been developing over the last 25 years are now vitally relevant to all
humanists - which should move our community center-stage in the academic
Against this background comes a striking and thought-provoking recent
phenomenon: the very rapid development of centers and programs for the study
of New Media or Digital Media. These centers seem to be distinguished by
such things as a focus on digital media and culture in particular rather
than cultural products in general, a relative de-emphasis of traditional
disciplinary methodologies from the humanities, and an incorporation of
production as a fundamental aspect of their work. Now common in both Europe
and the United States, they are sometimes staffed by researchers who are
also part of the ACH/ALLC humanities computing community, but just as often
by academics whose background is completely different and who have had no
involvement with this community.
At first glance new media studies (NMS) and traditional humanities computing
(HC) may not appear to have a lot in common, at least their most
characteristic problems seem exclusive and distinctive: HC's techniques for
concordance development, or carefully thought-out markup of texts, contrast
vividly with, for instance, NMS's multimedia production projects, or
theories about the politics of virtual reality. But a closer look also
suggests considerable similarity, and, in fact, there seem to be at least
some common problems and projects. HC, for instance, has long had a general
analytical interest in digital culture, conducting multi-disciplinary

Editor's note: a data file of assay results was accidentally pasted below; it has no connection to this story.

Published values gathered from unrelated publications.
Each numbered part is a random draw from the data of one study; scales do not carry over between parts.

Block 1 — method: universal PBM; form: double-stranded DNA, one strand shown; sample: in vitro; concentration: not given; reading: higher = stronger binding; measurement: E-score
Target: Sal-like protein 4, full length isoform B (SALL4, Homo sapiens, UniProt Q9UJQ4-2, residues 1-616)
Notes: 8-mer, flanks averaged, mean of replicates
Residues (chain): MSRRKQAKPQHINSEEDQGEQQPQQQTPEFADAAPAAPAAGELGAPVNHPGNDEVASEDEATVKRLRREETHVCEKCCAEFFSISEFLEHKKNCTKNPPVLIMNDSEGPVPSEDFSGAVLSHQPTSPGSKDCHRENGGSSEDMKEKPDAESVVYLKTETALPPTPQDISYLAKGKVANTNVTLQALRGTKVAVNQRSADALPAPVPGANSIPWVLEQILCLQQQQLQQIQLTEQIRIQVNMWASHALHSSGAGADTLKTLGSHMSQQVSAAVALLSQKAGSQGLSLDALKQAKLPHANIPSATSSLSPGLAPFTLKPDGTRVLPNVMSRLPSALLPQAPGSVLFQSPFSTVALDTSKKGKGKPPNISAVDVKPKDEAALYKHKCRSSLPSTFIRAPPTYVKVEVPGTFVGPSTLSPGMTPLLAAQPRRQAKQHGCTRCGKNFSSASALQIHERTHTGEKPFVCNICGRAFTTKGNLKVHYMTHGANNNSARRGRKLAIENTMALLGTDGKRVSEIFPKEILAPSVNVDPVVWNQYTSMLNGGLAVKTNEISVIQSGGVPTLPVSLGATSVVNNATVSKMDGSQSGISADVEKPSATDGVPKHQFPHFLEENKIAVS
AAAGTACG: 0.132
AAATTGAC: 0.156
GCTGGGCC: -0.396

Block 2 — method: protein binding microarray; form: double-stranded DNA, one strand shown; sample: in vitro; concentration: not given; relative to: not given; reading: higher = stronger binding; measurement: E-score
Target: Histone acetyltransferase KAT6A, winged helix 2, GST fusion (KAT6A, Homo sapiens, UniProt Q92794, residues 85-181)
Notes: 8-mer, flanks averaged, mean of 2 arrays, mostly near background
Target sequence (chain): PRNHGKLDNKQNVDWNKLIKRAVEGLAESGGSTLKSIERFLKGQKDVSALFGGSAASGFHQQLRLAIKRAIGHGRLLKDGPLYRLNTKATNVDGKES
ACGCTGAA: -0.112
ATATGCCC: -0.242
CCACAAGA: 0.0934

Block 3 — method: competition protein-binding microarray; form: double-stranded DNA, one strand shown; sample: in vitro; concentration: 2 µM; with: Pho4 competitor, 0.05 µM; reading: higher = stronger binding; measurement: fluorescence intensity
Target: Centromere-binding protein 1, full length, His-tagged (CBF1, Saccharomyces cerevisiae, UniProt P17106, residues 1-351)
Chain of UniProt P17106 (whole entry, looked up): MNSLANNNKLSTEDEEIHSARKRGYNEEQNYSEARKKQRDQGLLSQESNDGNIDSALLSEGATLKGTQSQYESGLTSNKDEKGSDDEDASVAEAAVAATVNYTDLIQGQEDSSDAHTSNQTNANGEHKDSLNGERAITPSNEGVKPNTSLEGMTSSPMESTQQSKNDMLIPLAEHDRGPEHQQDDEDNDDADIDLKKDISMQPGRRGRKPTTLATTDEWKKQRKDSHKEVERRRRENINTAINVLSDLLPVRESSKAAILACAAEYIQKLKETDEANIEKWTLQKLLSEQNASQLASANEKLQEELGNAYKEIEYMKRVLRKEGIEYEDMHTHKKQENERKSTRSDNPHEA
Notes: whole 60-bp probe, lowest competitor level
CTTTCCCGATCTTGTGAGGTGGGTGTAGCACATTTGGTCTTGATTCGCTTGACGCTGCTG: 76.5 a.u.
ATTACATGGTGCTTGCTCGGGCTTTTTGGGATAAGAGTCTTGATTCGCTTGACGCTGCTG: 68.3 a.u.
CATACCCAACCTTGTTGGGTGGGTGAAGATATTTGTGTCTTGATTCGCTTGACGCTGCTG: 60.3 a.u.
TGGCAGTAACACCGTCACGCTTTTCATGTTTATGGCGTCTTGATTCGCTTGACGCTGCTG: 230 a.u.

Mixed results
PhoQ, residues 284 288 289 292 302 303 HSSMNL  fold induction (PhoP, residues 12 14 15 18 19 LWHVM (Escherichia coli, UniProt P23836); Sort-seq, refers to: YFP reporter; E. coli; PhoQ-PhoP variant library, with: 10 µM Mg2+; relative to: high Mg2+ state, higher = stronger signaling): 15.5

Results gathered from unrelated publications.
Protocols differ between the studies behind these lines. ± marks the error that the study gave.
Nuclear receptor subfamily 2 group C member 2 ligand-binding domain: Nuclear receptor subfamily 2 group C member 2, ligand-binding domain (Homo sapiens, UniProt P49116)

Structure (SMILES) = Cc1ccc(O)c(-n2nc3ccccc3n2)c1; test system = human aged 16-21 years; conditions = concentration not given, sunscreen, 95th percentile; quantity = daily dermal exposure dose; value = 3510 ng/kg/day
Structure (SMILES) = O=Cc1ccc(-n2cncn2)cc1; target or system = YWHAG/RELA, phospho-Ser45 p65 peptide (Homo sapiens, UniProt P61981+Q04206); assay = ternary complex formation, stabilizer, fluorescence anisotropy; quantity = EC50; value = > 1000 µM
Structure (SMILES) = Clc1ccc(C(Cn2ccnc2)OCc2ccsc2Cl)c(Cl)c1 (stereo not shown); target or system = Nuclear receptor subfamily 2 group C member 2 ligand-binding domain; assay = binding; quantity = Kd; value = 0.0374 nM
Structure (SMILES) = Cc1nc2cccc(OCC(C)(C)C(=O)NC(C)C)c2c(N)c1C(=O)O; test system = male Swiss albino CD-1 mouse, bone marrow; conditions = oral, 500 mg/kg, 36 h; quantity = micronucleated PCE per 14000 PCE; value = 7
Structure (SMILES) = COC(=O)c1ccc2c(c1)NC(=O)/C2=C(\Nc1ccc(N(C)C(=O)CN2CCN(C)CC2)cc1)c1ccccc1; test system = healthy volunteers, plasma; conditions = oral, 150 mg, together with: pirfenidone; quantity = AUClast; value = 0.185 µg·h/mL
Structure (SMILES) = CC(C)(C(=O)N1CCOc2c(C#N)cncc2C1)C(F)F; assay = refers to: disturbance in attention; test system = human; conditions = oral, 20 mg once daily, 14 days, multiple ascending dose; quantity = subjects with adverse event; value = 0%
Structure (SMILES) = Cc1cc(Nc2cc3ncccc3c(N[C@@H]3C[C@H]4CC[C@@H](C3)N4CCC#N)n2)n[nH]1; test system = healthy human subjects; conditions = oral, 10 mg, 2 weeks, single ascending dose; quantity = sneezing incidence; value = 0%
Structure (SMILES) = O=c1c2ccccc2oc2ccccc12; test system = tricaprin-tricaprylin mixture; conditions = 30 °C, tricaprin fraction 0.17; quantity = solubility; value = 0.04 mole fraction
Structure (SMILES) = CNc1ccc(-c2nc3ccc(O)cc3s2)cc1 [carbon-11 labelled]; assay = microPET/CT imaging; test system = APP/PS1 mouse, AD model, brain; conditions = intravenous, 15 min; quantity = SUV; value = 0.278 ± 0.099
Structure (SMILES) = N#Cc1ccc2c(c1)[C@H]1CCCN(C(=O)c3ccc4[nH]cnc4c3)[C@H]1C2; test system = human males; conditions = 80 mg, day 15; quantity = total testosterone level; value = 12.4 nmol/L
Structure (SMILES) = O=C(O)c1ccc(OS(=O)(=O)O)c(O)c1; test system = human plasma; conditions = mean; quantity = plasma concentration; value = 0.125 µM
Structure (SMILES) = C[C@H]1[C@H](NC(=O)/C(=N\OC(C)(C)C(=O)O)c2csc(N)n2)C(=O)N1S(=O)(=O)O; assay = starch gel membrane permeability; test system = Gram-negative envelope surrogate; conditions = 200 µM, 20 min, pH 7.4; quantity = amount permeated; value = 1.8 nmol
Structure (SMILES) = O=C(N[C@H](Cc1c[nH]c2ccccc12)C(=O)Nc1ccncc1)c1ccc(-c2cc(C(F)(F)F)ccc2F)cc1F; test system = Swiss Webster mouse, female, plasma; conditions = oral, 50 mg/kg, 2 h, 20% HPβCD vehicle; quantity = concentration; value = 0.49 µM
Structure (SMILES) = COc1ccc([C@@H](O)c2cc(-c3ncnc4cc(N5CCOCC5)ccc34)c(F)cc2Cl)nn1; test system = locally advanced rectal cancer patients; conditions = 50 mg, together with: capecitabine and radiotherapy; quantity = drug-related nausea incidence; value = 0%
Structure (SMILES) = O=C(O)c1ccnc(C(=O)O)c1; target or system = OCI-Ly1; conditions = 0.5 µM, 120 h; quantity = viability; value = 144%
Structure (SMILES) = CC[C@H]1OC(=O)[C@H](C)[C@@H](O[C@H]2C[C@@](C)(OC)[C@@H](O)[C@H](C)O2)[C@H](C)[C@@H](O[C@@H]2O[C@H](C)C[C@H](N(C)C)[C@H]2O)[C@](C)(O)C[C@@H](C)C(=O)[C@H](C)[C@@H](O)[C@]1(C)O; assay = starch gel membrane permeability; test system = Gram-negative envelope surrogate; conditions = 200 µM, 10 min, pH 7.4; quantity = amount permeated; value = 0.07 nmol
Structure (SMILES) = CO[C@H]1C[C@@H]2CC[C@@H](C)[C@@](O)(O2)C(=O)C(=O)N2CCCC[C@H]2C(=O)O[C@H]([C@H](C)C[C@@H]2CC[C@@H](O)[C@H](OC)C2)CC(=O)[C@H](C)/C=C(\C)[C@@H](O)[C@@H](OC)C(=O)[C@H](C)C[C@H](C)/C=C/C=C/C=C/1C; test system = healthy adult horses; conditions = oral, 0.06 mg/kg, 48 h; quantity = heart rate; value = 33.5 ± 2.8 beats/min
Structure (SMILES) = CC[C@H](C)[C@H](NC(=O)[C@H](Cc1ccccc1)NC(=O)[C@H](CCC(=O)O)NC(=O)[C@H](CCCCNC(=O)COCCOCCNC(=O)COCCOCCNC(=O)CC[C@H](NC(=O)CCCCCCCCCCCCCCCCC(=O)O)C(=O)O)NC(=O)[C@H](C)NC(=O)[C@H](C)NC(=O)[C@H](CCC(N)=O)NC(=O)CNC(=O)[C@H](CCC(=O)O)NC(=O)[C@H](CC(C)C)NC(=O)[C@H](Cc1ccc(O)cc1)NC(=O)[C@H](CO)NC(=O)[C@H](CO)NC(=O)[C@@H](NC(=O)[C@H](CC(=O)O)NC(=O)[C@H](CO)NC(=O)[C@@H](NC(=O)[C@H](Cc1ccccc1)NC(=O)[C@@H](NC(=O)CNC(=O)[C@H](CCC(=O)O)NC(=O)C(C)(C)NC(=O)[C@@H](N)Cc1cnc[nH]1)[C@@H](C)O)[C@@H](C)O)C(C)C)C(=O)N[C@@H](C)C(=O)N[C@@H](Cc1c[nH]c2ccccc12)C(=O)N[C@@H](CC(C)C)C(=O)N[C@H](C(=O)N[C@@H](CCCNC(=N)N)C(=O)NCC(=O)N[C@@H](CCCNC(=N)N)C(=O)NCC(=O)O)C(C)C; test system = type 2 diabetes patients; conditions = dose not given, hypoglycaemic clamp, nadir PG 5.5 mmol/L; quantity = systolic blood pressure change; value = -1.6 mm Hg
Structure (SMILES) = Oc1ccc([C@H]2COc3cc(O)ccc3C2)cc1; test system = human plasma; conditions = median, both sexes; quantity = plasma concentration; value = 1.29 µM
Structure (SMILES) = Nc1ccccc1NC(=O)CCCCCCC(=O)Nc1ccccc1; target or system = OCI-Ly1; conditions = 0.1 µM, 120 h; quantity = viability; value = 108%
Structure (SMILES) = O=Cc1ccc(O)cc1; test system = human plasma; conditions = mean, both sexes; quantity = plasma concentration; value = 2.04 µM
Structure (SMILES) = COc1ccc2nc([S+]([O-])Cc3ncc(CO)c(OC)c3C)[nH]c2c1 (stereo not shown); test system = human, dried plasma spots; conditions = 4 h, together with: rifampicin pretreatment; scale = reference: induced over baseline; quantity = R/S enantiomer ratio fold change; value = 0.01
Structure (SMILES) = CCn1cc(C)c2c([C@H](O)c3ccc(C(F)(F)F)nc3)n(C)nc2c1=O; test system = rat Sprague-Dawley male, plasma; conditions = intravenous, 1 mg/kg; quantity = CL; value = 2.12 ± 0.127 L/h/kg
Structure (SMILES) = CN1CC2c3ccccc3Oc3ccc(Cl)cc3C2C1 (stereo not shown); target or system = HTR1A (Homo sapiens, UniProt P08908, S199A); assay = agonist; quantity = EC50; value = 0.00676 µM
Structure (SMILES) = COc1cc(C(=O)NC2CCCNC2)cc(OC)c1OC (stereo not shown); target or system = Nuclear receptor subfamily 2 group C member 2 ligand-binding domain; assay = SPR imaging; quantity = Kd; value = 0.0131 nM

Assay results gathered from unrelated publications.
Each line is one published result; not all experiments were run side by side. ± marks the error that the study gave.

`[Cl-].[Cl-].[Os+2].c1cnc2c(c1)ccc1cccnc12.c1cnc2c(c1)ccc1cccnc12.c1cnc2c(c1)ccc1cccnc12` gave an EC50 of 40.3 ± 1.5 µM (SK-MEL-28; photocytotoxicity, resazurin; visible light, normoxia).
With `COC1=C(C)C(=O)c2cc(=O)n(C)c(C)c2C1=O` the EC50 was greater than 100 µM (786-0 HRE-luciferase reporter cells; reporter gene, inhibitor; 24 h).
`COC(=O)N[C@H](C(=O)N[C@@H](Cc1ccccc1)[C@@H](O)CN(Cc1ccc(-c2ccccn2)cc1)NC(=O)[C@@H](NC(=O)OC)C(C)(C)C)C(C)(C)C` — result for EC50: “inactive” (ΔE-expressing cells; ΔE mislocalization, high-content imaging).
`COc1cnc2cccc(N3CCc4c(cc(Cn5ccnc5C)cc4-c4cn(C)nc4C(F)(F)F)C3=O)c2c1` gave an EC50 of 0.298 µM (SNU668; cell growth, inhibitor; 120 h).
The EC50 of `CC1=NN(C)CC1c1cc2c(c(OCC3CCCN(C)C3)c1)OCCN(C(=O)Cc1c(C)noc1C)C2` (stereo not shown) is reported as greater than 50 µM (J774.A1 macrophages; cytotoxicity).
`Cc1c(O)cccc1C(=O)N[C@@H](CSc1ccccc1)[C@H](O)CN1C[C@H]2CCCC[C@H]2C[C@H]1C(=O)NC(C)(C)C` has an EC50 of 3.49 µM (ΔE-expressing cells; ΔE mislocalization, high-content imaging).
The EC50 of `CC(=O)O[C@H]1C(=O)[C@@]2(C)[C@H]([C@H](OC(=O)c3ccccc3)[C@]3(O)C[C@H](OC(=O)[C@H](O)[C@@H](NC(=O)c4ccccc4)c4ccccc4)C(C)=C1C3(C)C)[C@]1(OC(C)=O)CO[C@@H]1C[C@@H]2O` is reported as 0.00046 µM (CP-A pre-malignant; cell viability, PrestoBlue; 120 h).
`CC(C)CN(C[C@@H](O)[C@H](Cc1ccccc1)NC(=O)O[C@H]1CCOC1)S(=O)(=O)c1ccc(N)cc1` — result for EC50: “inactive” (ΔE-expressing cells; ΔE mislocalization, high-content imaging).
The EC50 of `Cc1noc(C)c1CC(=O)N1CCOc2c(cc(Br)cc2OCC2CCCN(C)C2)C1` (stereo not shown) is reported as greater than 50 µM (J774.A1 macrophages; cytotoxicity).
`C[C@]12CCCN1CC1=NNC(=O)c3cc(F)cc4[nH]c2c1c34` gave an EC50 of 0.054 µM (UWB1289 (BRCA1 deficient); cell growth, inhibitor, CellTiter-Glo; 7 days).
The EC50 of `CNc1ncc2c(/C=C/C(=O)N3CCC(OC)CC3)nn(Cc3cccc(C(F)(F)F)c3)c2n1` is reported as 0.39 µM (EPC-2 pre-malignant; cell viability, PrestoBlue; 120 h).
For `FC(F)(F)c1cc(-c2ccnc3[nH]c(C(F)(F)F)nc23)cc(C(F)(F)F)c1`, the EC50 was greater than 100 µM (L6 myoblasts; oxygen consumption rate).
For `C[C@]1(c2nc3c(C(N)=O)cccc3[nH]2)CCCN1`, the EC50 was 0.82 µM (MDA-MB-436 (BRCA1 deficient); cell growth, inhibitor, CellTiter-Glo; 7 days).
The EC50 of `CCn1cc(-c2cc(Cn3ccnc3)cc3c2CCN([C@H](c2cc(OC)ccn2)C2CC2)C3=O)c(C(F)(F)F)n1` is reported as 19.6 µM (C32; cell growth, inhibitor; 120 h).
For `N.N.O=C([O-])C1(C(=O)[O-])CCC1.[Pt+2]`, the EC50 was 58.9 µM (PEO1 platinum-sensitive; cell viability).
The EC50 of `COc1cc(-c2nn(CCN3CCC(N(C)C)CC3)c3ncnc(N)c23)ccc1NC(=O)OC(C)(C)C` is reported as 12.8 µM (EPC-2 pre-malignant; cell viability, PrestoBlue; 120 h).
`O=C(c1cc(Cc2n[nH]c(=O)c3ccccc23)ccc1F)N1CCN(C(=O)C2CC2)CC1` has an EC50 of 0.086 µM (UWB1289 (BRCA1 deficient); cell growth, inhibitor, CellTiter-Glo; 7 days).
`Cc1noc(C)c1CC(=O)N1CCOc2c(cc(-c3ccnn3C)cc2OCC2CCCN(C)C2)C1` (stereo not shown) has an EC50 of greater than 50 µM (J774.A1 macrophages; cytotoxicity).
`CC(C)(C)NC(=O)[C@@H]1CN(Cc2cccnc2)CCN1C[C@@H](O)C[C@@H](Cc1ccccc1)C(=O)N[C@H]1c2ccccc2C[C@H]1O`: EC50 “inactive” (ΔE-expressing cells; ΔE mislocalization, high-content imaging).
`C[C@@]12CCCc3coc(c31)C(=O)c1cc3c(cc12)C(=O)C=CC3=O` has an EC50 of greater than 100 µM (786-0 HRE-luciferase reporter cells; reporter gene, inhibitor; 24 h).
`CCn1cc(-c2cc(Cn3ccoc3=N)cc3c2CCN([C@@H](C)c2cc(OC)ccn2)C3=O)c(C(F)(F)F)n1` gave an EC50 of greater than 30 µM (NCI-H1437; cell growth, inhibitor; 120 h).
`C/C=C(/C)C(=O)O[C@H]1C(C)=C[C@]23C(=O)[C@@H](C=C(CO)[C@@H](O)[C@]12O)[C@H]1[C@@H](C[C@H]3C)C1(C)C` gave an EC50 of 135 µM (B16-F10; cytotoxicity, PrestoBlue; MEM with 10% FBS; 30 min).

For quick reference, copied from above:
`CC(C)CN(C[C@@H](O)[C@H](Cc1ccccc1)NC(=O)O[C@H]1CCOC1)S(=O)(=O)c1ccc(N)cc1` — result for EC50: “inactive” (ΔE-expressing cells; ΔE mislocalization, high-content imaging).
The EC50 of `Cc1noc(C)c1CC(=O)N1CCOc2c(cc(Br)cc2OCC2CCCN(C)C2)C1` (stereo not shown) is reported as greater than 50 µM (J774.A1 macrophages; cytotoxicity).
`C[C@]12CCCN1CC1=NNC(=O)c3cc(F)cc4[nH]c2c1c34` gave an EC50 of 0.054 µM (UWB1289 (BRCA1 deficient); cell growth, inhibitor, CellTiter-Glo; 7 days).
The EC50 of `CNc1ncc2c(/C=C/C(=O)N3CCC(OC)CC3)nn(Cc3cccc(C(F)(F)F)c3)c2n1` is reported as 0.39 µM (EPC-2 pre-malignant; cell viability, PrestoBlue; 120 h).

analyses of multimedia systems, educational technology, the use of
technology in the arts, and the use of technology in publication and
communication - and certainly nothing digital is alien to the HUMANIST.
One particularly distinctive feature of NMS is the way it seems to have taken
to heart Robert Scholes' prescription that the production component should
be restored to humanistic studies. In The Rise and Fall of English Scholes
claims that in English studies, rhetoric as oratory gave way first to the
philosophy of rhetoric and then to philology and, finally Theory - and that
we are all the worse for it. Is this a deep difference between NMS and HC?
Perhaps, but then again members of the HC community are certainly among the
busiest producers in humanities: they are typically hands-on practitioners
creating electronic primary sources of all kinds, as well as multimedia
systems and computer tools.
But perhaps any effort to establish some principle of differentiation is not
only idle, but could obscure the opportunities presented by the
commonalities of these two communities. In this spirit the goal of the panel
is to investigate the relationship of new media studies to established
humanities computing not so much as an exercise in taxonomizing practices
and disciplines, but more to share ideas and see how these two communities
can continue to learn from each other and collaborate.

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Conference Info

In review


Hosted at University of Virginia

Charlottesville, Virginia, United States

June 9, 1999 - June 13, 1999

102 works by 157 authors indexed

Series: ACH/ICCH (19), ALLC/EADH (26), ACH/ALLC (11)

Organizers: ACH, ALLC

  • Keywords: None
  • Language: English
  • Topics: None